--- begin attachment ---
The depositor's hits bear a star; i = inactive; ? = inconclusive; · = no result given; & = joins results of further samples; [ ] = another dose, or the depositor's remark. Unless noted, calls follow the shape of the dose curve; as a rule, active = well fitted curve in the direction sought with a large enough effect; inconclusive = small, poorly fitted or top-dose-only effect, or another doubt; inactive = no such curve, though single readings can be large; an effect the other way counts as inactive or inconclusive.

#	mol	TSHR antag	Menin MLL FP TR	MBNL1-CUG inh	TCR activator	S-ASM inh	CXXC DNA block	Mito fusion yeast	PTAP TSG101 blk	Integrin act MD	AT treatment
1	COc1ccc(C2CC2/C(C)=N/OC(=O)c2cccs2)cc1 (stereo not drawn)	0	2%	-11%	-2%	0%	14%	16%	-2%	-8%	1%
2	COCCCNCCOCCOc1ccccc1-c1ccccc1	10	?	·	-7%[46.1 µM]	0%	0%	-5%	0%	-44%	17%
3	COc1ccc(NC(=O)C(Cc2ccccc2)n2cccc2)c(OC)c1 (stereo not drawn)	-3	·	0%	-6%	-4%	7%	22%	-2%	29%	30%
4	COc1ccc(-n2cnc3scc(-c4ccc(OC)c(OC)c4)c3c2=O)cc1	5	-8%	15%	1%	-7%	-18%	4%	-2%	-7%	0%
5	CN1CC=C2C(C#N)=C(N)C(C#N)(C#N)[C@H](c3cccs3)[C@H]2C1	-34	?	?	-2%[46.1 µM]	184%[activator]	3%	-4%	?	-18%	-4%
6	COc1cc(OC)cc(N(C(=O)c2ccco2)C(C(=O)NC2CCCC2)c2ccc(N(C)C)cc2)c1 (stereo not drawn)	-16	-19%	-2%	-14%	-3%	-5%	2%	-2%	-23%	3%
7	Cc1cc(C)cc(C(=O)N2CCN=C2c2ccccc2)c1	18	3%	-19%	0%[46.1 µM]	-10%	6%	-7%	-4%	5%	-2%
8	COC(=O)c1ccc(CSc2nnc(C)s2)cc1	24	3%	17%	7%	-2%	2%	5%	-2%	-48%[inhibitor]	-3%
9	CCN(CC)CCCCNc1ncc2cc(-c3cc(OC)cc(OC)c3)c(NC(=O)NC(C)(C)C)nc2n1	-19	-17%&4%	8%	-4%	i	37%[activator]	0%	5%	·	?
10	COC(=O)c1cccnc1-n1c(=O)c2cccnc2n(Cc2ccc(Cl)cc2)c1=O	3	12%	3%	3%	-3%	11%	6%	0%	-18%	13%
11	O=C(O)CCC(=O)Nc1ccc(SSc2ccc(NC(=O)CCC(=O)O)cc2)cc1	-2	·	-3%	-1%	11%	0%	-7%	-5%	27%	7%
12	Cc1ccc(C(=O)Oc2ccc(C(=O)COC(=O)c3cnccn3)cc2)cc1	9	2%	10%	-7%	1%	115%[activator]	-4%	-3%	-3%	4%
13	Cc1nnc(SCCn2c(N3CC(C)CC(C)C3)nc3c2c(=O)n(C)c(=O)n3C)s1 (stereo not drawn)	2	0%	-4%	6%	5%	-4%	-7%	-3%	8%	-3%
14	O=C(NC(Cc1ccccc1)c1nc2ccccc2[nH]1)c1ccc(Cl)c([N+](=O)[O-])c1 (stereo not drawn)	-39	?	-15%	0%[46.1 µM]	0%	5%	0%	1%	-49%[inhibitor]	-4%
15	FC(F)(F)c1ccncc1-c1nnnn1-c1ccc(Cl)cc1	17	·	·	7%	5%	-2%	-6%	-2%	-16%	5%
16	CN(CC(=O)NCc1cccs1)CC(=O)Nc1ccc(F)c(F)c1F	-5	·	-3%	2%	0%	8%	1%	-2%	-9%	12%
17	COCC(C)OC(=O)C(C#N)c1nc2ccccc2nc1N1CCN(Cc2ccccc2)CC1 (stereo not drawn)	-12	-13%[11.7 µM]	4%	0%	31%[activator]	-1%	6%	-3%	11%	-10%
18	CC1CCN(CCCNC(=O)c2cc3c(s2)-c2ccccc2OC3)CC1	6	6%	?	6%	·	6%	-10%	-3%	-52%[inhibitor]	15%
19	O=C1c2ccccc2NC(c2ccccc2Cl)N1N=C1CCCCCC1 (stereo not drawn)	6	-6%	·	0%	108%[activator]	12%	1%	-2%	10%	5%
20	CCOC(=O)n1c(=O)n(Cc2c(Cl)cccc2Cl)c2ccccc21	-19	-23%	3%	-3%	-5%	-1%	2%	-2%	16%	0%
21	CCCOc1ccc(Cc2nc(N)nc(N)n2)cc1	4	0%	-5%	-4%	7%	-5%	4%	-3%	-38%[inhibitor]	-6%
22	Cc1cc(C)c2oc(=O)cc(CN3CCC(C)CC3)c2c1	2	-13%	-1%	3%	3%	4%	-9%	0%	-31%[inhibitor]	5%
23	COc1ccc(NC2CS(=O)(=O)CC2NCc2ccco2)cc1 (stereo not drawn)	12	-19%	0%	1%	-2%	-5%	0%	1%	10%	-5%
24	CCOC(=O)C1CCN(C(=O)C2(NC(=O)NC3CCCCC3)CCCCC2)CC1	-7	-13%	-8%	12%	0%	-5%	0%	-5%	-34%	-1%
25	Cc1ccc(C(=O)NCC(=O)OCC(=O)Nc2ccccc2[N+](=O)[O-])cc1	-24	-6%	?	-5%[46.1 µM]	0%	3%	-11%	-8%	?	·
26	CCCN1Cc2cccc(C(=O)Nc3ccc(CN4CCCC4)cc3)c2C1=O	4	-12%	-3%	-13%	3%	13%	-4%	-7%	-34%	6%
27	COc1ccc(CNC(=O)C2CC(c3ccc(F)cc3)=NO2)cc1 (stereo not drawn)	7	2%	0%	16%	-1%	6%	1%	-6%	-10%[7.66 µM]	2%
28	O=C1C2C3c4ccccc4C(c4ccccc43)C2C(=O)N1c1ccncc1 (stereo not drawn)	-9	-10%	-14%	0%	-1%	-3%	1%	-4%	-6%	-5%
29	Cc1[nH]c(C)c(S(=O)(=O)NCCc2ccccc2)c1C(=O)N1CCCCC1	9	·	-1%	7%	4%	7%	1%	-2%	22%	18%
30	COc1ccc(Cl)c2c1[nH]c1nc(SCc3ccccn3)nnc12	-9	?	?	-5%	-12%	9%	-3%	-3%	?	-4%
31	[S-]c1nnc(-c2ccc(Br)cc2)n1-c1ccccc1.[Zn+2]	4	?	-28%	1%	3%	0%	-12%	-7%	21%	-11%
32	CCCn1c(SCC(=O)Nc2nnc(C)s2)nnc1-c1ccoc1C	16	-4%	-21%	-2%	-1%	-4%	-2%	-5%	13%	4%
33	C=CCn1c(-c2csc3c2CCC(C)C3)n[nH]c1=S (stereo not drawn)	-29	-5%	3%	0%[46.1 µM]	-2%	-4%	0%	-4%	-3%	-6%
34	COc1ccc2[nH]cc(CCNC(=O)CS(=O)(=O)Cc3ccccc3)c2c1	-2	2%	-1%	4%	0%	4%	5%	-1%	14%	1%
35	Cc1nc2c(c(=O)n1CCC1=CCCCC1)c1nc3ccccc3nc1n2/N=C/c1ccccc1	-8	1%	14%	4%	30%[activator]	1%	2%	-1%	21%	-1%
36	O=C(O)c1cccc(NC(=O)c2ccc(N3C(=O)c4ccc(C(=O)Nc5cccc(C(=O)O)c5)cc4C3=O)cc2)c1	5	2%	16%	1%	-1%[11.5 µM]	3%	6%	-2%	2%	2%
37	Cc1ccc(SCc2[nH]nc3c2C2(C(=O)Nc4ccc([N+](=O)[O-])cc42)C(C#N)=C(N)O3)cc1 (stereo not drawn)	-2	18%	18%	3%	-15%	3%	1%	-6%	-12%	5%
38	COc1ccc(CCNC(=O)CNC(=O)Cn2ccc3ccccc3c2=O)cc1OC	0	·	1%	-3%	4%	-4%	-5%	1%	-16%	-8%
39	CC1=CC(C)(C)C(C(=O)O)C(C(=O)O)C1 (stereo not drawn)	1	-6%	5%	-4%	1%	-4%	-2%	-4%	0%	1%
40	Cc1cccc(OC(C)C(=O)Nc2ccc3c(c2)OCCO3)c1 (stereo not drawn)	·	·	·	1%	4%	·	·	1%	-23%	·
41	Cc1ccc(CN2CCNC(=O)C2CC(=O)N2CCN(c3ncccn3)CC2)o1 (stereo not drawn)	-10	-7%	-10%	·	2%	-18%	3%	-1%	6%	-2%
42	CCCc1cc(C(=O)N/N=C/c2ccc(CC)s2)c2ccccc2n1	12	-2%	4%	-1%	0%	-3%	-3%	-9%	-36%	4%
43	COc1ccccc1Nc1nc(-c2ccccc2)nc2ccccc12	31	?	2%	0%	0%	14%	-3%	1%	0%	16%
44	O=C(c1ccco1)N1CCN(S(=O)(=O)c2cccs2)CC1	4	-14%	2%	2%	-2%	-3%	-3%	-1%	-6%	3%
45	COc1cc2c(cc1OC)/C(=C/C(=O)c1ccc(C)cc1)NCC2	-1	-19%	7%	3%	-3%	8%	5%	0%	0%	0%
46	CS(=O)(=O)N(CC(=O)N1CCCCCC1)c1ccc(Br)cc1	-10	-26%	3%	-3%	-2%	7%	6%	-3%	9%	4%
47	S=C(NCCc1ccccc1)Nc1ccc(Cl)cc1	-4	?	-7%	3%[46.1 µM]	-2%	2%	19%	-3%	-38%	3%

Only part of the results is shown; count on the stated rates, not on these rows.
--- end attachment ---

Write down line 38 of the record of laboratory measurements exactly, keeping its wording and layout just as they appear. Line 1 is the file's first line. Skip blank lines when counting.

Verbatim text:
36	O=C(O)c1cccc(NC(=O)c2ccc(N3C(=O)c4ccc(C(=O)Nc5cccc(C(=O)O)c5)cc4C3=O)cc2)c1	5	2%	16%	1%	-1%[11.5 µM]	3%	6%	-2%	2%	2%